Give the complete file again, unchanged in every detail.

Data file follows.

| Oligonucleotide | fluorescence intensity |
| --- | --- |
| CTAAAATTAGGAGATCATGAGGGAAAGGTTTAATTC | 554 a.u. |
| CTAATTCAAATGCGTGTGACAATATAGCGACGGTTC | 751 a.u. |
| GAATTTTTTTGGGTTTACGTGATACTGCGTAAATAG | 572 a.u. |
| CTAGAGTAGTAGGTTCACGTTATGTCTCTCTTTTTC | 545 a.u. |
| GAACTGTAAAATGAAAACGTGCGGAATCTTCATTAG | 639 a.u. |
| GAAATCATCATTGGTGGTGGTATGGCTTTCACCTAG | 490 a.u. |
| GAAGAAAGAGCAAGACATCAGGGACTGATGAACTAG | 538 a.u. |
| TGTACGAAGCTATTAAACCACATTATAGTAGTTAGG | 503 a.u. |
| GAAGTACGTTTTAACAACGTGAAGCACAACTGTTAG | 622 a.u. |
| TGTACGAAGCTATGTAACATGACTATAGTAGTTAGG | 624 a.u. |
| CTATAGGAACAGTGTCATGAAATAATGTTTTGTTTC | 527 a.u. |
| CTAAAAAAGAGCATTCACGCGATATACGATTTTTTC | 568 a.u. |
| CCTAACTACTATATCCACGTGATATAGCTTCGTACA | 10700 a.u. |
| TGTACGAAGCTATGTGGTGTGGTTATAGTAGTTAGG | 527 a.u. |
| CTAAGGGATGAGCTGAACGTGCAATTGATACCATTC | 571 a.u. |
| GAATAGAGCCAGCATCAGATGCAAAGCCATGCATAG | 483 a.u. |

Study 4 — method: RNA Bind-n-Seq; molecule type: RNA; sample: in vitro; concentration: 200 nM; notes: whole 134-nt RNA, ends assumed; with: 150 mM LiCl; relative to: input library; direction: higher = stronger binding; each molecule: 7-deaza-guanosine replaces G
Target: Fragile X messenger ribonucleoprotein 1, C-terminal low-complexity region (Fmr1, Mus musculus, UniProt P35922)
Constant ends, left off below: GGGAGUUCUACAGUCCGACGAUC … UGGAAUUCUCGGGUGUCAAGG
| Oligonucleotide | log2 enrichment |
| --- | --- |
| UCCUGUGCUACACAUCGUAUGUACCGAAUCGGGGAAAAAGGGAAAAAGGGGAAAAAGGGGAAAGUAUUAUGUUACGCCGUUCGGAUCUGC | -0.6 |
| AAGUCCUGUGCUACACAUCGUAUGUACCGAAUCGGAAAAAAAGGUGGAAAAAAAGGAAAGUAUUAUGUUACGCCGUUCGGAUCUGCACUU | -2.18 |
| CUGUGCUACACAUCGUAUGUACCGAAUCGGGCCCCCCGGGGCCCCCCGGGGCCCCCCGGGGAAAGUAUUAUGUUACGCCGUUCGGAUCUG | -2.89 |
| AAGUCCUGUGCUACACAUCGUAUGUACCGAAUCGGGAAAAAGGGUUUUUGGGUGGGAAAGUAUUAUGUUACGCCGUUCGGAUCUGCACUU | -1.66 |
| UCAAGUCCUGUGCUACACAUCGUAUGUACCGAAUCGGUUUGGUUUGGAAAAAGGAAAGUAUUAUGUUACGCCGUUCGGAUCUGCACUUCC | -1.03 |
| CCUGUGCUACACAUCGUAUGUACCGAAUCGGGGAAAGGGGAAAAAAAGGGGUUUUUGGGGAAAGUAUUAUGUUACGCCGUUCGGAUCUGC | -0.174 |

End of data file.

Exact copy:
| Oligonucleotide | fluorescence intensity |
| --- | --- |
| CTAAAATTAGGAGATCATGAGGGAAAGGTTTAATTC | 554 a.u. |
| CTAATTCAAATGCGTGTGACAATATAGCGACGGTTC | 751 a.u. |
| GAATTTTTTTGGGTTTACGTGATACTGCGTAAATAG | 572 a.u. |
| CTAGAGTAGTAGGTTCACGTTATGTCTCTCTTTTTC | 545 a.u. |
| GAACTGTAAAATGAAAACGTGCGGAATCTTCATTAG | 639 a.u. |
| GAAATCATCATTGGTGGTGGTATGGCTTTCACCTAG | 490 a.u. |
| GAAGAAAGAGCAAGACATCAGGGACTGATGAACTAG | 538 a.u. |
| TGTACGAAGCTATTAAACCACATTATAGTAGTTAGG | 503 a.u. |
| GAAGTACGTTTTAACAACGTGAAGCACAACTGTTAG | 622 a.u. |
| TGTACGAAGCTATGTAACATGACTATAGTAGTTAGG | 624 a.u. |
| CTATAGGAACAGTGTCATGAAATAATGTTTTGTTTC | 527 a.u. |
| CTAAAAAAGAGCATTCACGCGATATACGATTTTTTC | 568 a.u. |
| CCTAACTACTATATCCACGTGATATAGCTTCGTACA | 10700 a.u. |
| TGTACGAAGCTATGTGGTGTGGTTATAGTAGTTAGG | 527 a.u. |
| CTAAGGGATGAGCTGAACGTGCAATTGATACCATTC | 571 a.u. |
| GAATAGAGCCAGCATCAGATGCAAAGCCATGCATAG | 483 a.u. |

Study 4 — method: RNA Bind-n-Seq; molecule type: RNA; sample: in vitro; concentration: 200 nM; notes: whole 134-nt RNA, ends assumed; with: 150 mM LiCl; relative to: input library; direction: higher = stronger binding; each molecule: 7-deaza-guanosine replaces G
Target: Fragile X messenger ribonucleoprotein 1, C-terminal low-complexity region (Fmr1, Mus musculus, UniProt P35922)
Constant ends, left off below: GGGAGUUCUACAGUCCGACGAUC … UGGAAUUCUCGGGUGUCAAGG
| Oligonucleotide | log2 enrichment |
| --- | --- |
| UCCUGUGCUACACAUCGUAUGUACCGAAUCGGGGAAAAAGGGAAAAAGGGGAAAAAGGGGAAAGUAUUAUGUUACGCCGUUCGGAUCUGC | -0.6 |
| AAGUCCUGUGCUACACAUCGUAUGUACCGAAUCGGAAAAAAAGGUGGAAAAAAAGGAAAGUAUUAUGUUACGCCGUUCGGAUCUGCACUU | -2.18 |
| CUGUGCUACACAUCGUAUGUACCGAAUCGGGCCCCCCGGGGCCCCCCGGGGCCCCCCGGGGAAAGUAUUAUGUUACGCCGUUCGGAUCUG | -2.89 |
| AAGUCCUGUGCUACACAUCGUAUGUACCGAAUCGGGAAAAAGGGUUUUUGGGUGGGAAAGUAUUAUGUUACGCCGUUCGGAUCUGCACUU | -1.66 |
| UCAAGUCCUGUGCUACACAUCGUAUGUACCGAAUCGGUUUGGUUUGGAAAAAGGAAAGUAUUAUGUUACGCCGUUCGGAUCUGCACUUCC | -1.03 |
| CCUGUGCUACACAUCGUAUGUACCGAAUCGGGGAAAGGGGAAAAAAAGGGGUUUUUGGGGAAAGUAUUAUGUUACGCCGUUCGGAUCUGC | -0.174 |